“Beaumont was situated about twenty-five miles from the coast of the glorious Gulf of Mexico.  Back in the day, people in possession of “drivers licenses” could drive their conveyances – some called automobiles, which are four-wheeled boxes powered by gasoline, which was a form of fuel derived from the fossil fuel called crude oil.  It is an interesting happenstance that Beaumont was the location of the very first super oil-gusher, in a neighborhood called “Spindletop,” of the great Texas oil boom.  Much money was made and lost from the collection of the millions of barrels of crude oil that spouted out of that “oil well.”  The conveyances that consumed the gasoline were called cars or trucks, and they came in many styles, shapes, and forms; sometimes as many as eight persons could ride in such vehicles at one time.

“Now I am telling you this story because I want you to know of an incident that occurred in a little home that was situated on the Gulf of Mexico; a home not far from where PTC was born.  This little home was called “The Mosquito Ranch,” for reasons that are lost in the mists of history, but which I have, through extensive research, always suspected must have had something to do with the presence and quantity of vicious, “Texas-sized” insects called mosquitoes. The Mosquito Ranch was owned by a friend of PTC’s father, (may he rest in the peace of the ages), and was made available to her family for their occasional use because of the friendship between her father and his friend.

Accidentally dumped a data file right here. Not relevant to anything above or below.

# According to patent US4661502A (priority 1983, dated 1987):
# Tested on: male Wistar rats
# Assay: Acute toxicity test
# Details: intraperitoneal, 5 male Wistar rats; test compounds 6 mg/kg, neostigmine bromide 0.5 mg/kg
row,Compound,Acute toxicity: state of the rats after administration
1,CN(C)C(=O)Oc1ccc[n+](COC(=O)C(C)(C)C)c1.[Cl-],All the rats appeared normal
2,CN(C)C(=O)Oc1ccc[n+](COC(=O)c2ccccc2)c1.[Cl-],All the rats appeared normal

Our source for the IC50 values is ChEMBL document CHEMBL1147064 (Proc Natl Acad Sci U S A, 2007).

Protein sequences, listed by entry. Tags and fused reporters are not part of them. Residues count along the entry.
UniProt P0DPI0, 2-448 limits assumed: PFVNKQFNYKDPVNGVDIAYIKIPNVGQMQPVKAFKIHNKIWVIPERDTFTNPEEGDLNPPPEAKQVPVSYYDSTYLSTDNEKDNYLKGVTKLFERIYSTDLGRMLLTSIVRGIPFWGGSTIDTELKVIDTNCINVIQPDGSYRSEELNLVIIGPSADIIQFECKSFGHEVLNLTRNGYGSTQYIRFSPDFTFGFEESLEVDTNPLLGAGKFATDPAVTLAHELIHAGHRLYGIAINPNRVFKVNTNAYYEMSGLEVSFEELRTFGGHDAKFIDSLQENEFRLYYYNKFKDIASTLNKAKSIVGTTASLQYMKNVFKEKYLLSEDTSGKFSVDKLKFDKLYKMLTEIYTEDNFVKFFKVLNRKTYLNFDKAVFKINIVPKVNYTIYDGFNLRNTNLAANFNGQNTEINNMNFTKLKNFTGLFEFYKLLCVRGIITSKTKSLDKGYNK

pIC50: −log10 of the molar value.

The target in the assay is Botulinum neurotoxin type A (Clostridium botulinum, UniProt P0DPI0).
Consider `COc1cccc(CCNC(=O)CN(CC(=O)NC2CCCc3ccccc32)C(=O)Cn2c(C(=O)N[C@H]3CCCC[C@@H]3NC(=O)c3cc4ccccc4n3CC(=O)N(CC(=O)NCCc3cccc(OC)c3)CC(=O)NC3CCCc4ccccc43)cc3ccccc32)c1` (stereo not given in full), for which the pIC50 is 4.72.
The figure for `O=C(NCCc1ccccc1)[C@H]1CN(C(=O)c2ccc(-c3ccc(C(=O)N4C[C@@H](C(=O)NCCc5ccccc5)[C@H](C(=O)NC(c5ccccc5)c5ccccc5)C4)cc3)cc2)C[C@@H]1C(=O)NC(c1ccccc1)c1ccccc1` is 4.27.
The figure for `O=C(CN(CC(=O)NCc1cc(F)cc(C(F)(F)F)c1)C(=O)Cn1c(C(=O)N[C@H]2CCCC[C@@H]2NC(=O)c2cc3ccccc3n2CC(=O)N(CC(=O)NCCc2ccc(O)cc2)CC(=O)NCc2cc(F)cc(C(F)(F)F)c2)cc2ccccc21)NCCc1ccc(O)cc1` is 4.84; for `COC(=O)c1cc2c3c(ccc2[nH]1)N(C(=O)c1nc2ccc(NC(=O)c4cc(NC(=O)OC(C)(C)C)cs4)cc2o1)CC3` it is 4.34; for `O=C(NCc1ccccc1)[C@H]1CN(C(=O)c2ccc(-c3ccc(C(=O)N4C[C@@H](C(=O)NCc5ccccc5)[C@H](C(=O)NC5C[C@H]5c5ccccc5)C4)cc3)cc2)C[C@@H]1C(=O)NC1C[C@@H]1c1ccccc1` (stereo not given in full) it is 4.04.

“Journeys to the “MR” were scheduled by a cyclical ritual known as the “phases of the moon.”  Whenever a “full moon” occurred on a Friday, then the very next day, “Saturday,” PTC’s mother (may she rest in the peace of the ages) packed large baskets with food and drinks, plates, eating utensils, and glasses, all items intended for the family’s consumption and use for their journey to the “MR.”  The most important thing that they took with them, however, was a large red metal chest with the words “Coca-Cola,” written in stylized script in white on the side of that chest. As they neared the “MR,” they stopped at a small way-side grocery store – a place at which one could purchase the necessities of life (some of the stores quite large, covering an area as big as 500 square feet) – and buy many, many pounds of ice, with which they filled the “Coca-Cola” chest.  This chest was reserved for the fruits of the labors of the ritual that took place at the “MR.”